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Brains Cells, what happens to them with Alzheimer’s Disease


Scientific research has delivered knowledge about what happens with the brain cells when someone develops Alzheimers Disease. But they still don’t know what causes the disease. There are some thoughts about inheritance.

Until now the most sure is, older people are more likely to get it. With increasing age, the chances increase. More and more people are getting older than 85 and at that age the risk is higher that at 65.

Neurotransmitters And Brain Cell Shrinkage
Neurotransmitters are the chemical messengers in the brain. In the brain of a person with Alzheimer disease the amounts of neurotransmitters are decreased.

Besides that they develop deposits of protein and fiber that prevent the cells from working properly. When this happens, the cells can’t send the right signals to other parts of the brain.
Over time, brain cells affected by Alzheimer disease also begin to shrink and die.

Age Changes or Alzheimer’s?
As we get older all parts of our body start to function a bit less. This also applies to our brain cells. Getting older almost everybody notices there are moments having problems remembering a name or an appointment or whatever.

However possible signs of Alzheimer’s Disease are serious memory loss, even if someone else reminds us at something still not being able to recall it.
My father sometimes held his hands against his head and complained about not feeling right in his mind. As if he had cotton wool in his head. He also showed a change in behavior and became increasingly suspicious.

One of the main aspects of dementia and maybe especially Alzheimer’s disease is an increasing number of brain cells get worse and ultimately die.
As time goes by the disease affects many parts of the brain. This results in a decreasing ability to carry out earlier very normal activities. Eventually they get also problems with walking and talking.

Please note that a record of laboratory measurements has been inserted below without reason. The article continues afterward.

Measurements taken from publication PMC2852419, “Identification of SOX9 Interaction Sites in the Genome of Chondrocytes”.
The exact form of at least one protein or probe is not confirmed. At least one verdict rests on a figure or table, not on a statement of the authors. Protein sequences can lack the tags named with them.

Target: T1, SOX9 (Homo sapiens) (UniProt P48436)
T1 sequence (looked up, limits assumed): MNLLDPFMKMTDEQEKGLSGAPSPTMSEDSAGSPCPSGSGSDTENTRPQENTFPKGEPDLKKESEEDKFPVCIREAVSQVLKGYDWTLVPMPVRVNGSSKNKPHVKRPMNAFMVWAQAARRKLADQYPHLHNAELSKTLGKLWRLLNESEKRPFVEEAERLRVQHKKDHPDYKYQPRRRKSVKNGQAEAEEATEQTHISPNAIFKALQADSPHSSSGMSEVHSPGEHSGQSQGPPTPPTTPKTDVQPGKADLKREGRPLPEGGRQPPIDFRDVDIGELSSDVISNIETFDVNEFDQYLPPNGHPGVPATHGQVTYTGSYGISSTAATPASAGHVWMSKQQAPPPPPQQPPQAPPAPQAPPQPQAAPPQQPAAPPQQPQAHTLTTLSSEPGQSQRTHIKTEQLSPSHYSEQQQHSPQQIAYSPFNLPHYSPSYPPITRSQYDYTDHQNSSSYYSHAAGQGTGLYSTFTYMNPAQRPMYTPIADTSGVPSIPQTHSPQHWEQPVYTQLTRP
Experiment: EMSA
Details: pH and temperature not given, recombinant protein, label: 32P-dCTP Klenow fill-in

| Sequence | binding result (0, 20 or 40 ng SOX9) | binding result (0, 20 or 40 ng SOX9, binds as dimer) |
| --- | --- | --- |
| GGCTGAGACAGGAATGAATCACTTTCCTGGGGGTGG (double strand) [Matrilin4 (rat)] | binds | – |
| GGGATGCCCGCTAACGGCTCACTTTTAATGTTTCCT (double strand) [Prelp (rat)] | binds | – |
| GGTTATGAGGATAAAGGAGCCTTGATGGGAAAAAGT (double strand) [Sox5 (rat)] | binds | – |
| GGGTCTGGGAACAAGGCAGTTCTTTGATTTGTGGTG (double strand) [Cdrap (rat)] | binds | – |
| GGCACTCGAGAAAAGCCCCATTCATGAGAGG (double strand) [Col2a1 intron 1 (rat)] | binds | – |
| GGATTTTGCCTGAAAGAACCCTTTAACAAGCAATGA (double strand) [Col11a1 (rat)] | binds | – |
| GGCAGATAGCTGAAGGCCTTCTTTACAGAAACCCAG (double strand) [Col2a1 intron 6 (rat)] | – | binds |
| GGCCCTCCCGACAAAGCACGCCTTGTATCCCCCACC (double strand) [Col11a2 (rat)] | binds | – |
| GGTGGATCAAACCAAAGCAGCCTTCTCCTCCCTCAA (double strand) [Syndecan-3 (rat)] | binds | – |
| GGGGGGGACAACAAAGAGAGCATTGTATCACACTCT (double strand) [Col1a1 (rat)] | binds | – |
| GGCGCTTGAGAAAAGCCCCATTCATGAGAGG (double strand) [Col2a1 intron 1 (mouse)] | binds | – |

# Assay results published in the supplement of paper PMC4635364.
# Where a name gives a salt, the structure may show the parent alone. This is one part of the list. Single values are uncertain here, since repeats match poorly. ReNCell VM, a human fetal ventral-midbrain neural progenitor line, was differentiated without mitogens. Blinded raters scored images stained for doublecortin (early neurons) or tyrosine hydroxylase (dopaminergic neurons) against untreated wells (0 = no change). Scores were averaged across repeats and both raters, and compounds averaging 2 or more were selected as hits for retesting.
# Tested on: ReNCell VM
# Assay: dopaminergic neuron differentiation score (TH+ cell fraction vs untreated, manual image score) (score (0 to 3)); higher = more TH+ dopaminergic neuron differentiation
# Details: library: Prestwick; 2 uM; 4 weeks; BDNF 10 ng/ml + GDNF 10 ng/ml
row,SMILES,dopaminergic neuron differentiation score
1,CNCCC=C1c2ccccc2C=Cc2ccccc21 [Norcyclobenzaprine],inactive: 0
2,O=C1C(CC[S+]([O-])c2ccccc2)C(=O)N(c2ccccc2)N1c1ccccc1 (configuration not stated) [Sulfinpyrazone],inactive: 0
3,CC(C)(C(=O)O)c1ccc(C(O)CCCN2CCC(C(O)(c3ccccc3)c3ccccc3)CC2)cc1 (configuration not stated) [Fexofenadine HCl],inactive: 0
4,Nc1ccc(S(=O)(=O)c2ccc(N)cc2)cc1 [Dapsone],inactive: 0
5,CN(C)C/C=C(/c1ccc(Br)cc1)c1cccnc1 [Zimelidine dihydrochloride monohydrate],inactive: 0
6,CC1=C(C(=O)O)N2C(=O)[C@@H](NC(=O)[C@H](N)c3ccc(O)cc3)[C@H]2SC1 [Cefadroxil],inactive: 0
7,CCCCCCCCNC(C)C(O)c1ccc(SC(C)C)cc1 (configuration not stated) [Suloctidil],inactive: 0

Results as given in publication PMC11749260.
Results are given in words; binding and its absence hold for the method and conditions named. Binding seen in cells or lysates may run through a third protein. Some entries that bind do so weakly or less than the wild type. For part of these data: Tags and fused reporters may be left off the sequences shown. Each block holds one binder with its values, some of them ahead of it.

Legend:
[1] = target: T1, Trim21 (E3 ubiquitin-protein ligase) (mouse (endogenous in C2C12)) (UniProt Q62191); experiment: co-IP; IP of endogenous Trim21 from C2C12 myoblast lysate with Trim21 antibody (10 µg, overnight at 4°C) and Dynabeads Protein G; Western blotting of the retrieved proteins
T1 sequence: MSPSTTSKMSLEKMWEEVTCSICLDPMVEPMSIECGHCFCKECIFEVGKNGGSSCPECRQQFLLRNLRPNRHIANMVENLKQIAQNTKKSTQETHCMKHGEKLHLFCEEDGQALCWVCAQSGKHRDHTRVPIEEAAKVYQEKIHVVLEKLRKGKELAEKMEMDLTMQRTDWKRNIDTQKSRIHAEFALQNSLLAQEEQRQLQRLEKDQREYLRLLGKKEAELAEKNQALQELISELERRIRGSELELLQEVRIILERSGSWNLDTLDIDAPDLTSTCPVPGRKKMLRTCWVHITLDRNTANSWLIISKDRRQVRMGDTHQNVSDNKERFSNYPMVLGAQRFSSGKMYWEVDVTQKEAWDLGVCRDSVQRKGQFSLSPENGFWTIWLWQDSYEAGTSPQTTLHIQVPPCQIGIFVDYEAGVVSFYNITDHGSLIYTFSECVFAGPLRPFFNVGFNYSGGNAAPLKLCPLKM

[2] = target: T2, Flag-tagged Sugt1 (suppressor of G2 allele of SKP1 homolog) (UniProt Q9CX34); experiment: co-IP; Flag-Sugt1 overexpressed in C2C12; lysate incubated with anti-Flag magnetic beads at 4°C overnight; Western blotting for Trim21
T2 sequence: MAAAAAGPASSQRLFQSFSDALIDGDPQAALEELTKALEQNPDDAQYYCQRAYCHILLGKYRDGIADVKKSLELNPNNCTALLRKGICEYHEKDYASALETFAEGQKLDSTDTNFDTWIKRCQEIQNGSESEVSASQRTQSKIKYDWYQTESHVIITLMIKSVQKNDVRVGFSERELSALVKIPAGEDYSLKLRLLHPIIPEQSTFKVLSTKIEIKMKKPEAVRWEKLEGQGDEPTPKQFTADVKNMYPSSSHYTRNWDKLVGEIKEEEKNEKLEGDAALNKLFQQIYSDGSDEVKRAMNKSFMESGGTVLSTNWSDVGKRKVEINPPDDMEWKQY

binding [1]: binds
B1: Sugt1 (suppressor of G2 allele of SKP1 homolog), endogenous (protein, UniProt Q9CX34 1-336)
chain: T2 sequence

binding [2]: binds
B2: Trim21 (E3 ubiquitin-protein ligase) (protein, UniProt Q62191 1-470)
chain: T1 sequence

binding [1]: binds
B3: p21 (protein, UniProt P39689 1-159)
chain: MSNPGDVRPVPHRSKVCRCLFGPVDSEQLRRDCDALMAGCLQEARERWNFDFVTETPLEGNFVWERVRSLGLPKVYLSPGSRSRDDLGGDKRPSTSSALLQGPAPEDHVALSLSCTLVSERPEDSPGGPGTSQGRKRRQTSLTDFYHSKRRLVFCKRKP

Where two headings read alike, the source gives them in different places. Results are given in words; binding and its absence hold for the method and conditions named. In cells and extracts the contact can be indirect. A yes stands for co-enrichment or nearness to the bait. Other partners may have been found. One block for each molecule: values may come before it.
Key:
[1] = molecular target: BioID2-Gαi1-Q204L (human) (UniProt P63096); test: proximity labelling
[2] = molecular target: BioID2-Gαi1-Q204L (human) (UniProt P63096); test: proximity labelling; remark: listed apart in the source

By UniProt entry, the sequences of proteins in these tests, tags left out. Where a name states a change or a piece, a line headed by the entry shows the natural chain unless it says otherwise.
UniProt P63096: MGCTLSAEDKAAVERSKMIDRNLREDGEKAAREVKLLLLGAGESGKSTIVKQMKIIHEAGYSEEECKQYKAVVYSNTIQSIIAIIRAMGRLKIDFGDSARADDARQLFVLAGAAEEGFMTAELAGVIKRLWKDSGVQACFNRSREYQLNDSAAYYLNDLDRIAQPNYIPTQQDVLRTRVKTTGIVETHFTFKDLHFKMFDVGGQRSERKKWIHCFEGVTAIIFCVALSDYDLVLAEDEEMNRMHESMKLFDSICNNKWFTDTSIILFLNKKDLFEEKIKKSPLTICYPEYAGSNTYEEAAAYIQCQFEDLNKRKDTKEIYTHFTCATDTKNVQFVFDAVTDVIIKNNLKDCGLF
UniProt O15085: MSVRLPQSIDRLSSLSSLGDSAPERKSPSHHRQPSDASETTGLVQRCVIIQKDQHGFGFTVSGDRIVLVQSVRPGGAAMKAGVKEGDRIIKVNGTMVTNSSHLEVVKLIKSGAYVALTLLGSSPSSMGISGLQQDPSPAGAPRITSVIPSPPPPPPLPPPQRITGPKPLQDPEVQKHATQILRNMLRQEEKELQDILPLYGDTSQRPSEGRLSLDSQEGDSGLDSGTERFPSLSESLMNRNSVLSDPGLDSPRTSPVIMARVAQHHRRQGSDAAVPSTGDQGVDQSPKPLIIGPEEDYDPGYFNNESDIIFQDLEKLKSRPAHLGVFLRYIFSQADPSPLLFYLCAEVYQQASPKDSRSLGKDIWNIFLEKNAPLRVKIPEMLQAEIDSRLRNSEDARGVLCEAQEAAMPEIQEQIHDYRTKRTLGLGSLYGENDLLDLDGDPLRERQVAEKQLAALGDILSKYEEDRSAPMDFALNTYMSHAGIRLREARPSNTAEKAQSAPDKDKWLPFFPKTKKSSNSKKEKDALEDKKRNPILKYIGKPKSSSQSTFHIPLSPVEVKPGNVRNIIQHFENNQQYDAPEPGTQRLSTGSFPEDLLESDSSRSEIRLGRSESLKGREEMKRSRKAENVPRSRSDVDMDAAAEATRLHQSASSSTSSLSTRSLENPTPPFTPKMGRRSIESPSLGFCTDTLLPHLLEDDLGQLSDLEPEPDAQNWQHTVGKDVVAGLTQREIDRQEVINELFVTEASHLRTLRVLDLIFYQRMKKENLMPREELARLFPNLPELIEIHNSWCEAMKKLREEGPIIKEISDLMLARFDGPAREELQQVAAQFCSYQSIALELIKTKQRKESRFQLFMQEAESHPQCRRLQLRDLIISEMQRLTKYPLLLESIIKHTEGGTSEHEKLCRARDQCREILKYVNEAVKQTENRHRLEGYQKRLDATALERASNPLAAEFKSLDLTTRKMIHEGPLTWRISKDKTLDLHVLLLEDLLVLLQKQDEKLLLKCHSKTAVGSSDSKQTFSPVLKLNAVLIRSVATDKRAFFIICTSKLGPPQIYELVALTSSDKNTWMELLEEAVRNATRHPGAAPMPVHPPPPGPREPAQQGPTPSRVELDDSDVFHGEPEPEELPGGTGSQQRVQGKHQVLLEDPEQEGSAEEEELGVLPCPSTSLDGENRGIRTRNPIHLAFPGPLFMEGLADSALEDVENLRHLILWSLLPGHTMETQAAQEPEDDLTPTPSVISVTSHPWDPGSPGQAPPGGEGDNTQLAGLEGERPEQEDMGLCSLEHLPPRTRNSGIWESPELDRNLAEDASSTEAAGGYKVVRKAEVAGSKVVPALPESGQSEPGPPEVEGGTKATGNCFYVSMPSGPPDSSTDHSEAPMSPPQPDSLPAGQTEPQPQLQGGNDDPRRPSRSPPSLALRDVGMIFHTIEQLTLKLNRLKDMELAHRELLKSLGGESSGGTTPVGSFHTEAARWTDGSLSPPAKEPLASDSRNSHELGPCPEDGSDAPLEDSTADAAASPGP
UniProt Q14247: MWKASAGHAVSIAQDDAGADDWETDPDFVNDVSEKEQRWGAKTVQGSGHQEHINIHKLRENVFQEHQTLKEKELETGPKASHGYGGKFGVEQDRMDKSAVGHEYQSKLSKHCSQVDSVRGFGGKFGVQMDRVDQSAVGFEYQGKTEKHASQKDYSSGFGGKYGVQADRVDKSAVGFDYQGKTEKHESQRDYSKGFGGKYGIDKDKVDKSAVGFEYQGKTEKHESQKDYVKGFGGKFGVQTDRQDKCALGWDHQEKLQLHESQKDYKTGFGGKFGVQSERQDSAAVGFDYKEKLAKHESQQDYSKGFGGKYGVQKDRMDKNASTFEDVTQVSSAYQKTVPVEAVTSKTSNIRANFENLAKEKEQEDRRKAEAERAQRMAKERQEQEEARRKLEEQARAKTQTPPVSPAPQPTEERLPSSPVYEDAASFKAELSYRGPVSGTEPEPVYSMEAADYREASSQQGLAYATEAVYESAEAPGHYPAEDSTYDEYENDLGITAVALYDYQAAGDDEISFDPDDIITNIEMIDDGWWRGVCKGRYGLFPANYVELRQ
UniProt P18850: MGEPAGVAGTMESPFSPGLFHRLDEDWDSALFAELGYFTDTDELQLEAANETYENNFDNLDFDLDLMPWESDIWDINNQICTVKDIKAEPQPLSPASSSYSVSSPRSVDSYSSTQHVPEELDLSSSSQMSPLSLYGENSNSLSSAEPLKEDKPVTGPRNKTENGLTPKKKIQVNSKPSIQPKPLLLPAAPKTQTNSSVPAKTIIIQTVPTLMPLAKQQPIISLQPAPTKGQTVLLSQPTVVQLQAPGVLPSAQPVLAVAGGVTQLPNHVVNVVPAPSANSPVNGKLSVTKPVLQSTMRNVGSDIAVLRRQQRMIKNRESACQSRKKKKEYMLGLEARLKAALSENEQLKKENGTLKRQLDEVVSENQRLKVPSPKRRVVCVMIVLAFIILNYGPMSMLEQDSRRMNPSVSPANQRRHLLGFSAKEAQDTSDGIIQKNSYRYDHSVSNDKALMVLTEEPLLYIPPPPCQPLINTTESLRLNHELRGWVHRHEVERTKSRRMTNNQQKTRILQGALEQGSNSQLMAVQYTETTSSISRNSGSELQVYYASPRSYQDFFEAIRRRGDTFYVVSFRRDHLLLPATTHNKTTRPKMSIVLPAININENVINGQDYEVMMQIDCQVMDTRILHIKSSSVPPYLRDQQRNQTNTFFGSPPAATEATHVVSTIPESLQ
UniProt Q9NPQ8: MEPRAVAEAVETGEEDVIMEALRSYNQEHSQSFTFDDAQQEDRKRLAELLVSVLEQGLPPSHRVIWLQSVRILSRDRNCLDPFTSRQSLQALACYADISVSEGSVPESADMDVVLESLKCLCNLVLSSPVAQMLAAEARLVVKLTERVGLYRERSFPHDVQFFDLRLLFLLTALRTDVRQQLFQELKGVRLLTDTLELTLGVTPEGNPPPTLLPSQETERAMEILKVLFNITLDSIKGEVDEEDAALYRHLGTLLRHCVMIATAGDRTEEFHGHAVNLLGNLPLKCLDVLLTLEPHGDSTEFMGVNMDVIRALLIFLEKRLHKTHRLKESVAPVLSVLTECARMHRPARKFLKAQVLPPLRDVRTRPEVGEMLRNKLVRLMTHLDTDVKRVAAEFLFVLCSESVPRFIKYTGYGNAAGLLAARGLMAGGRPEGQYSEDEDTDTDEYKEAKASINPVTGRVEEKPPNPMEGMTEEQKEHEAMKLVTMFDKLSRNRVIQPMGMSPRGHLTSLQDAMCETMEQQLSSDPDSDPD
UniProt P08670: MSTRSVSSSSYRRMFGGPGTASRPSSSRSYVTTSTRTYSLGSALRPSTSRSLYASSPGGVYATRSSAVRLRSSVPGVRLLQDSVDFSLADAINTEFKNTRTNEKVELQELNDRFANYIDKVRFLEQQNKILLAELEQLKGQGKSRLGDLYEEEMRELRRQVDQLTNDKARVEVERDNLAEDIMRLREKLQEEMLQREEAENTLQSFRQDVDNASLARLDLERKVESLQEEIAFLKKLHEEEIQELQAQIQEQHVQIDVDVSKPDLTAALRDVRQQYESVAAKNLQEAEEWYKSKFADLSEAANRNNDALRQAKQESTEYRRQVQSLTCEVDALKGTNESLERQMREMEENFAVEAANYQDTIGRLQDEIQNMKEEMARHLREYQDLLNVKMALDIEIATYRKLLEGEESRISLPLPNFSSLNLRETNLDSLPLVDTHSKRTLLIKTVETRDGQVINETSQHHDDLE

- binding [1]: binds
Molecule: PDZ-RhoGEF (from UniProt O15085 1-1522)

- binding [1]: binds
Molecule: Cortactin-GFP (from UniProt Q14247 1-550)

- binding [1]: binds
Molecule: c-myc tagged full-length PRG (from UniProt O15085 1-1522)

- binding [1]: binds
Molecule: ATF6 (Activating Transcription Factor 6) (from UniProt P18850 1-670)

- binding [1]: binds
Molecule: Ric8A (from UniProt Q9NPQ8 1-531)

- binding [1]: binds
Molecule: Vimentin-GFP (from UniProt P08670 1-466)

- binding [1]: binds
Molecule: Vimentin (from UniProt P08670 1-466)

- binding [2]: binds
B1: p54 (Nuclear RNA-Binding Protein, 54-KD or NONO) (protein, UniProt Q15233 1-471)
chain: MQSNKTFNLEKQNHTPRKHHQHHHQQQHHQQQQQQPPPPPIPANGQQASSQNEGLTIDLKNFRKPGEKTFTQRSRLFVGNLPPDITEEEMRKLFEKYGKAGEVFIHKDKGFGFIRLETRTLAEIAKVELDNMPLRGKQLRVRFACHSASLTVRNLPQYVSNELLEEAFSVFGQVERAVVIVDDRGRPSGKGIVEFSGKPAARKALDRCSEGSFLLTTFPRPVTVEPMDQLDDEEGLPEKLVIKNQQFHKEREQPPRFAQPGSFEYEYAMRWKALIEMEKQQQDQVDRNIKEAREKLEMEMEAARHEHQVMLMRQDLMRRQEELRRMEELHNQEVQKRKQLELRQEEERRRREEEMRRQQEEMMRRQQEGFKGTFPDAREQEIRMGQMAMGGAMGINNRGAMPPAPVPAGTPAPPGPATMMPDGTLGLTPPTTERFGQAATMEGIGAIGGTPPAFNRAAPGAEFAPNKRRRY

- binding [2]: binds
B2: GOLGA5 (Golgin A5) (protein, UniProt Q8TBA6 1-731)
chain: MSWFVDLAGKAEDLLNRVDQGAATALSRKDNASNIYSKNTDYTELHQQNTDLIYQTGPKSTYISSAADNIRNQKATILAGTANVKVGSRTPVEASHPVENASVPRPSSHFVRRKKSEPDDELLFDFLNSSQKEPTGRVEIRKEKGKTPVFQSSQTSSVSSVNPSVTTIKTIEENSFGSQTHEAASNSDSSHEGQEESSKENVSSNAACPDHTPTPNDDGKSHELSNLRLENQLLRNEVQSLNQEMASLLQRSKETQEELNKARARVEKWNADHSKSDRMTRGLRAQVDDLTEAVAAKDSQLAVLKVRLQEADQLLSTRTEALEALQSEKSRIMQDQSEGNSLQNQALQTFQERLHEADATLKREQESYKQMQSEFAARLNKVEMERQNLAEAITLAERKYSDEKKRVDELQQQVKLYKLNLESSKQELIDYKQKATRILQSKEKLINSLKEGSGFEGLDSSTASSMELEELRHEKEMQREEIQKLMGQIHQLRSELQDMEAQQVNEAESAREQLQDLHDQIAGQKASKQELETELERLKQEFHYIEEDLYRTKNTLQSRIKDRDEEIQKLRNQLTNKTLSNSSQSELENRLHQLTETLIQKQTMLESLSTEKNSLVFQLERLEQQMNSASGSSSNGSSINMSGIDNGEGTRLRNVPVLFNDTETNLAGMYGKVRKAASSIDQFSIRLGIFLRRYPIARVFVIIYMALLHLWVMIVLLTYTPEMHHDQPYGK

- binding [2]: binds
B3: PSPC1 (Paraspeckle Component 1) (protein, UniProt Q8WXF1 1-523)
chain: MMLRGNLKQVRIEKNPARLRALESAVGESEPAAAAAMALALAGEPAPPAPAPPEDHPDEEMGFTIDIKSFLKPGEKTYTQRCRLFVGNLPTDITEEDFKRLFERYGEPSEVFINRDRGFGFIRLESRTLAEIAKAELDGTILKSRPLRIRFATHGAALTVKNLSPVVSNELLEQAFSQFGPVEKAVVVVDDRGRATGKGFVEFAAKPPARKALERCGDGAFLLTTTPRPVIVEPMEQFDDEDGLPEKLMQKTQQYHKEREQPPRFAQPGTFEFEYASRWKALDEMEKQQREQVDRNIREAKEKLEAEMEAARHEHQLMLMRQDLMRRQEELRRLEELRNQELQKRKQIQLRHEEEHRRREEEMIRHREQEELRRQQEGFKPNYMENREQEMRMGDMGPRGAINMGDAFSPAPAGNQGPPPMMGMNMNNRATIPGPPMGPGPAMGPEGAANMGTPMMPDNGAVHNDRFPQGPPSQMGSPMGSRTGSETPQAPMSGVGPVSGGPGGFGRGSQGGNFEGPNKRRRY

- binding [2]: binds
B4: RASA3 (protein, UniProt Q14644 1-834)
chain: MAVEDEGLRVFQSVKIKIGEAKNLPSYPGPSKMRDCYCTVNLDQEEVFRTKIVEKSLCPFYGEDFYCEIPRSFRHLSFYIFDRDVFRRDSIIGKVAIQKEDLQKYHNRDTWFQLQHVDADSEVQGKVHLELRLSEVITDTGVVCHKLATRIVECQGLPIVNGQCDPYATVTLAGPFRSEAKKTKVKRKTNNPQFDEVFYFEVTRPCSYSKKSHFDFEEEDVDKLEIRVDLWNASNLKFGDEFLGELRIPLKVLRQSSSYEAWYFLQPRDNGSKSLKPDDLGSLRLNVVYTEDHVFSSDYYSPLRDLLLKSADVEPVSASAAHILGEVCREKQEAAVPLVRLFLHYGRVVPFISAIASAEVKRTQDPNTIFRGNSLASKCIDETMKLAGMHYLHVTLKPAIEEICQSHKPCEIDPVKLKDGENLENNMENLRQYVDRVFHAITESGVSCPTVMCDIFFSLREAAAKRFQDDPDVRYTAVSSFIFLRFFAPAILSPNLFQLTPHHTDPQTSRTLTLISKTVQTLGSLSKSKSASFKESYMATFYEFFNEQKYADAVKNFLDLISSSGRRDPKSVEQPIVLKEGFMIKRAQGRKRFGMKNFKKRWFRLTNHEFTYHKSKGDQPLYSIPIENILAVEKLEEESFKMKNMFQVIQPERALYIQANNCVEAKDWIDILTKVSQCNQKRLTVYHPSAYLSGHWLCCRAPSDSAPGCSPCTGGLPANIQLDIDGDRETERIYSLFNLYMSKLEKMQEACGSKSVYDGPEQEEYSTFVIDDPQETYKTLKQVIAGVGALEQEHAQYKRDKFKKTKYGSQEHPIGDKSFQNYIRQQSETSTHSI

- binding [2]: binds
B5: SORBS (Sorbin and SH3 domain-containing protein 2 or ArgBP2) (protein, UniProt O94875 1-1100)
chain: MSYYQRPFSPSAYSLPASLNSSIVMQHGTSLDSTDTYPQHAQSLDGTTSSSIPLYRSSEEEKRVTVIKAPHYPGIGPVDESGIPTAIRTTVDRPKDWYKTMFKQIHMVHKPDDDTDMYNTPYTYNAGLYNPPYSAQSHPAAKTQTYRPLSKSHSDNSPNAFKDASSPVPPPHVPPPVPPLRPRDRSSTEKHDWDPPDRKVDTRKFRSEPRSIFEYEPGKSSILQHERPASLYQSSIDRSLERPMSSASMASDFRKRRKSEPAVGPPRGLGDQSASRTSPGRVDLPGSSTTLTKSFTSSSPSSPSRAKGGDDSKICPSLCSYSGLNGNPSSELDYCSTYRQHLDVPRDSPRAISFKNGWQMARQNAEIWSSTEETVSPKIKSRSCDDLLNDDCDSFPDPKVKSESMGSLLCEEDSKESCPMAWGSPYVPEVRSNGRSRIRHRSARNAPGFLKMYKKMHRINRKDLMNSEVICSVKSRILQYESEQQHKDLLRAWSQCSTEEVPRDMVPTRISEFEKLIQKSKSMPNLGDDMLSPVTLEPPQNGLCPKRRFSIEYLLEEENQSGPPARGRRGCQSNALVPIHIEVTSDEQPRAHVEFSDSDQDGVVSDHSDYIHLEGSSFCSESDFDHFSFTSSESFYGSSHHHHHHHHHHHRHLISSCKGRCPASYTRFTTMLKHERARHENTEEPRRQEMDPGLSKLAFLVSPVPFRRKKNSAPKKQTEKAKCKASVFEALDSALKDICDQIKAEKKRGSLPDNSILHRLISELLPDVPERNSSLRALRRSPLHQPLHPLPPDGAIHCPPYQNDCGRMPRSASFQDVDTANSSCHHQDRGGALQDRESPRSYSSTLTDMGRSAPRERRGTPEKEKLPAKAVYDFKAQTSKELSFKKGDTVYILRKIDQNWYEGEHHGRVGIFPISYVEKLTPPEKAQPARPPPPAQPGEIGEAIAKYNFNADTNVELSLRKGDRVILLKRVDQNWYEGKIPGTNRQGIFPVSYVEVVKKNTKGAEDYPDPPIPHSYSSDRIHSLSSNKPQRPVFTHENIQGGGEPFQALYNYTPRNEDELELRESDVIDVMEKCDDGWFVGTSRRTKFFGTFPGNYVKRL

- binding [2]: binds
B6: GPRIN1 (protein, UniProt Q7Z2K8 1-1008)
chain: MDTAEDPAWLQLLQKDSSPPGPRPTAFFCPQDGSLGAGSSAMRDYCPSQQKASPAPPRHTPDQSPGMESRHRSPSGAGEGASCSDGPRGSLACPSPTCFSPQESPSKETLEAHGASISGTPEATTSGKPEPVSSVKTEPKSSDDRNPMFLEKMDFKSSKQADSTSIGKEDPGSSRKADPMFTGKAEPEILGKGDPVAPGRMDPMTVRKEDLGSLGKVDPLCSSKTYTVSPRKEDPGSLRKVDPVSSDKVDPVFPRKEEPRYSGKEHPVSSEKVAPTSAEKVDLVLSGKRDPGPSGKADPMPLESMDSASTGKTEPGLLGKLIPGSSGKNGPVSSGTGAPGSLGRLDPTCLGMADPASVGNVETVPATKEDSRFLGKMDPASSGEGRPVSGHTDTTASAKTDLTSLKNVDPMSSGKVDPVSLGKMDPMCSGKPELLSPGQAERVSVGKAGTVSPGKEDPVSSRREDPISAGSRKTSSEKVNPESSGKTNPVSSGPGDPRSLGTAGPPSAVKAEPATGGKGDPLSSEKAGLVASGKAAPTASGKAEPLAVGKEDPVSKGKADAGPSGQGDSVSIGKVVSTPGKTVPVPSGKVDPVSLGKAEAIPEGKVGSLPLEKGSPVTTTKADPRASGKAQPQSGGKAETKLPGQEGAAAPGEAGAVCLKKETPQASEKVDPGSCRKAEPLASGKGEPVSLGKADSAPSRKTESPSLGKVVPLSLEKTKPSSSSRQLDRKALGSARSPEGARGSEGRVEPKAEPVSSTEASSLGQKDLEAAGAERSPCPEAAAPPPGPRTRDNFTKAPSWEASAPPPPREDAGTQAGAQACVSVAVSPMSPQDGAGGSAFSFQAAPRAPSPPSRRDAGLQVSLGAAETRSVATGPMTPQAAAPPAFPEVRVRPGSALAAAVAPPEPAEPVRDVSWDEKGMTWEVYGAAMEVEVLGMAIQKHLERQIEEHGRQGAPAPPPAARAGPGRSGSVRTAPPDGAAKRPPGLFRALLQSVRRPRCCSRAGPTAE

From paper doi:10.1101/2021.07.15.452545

Plaques And Tangles
Carrying out his research on the brain of the deceased Auguste D (his first patient he noticed with these special symptoms), Alois Alzheimer found two abnormal structures. He suspected them to be responsible for the damaging and killing of nerve cells in the brain.

Scientists later called these structures plaques and tangles.

  • Plaques: build up between nerve cells. They contain deposits of a protein fragment called beta-amyloid.
  • Tangles: form inside dying cells. People with Alzheimer’s tend to develop far more than normally found in the brain of older people… The plaques and tangles tend to form in a predictable pattern, beginning in areas important in learning and memory and then spreading to other regions.

What Do Plaques And Tangles Do?
Scientists are not absolutely sure what role play in Alzheimer’s disease. Most experts believe somehow plaques and tangles block the communication among nerve cells.

In autopsy and looking at brain tissue of Alzheimer patients under the microscope:

  • They found many fewer nerve cells and synapses than in a normal and healthy brain.
  • Plaques build up between nerve cells as abnormal clusters of protein fragments.
  • Tangles are found in dead and dying nerve cells.

At this moment scientists still are not absolutely sure about the causes of cell death and tissue loss in the Alzheimer brain. However they are sure plaques and tangles play an important role.

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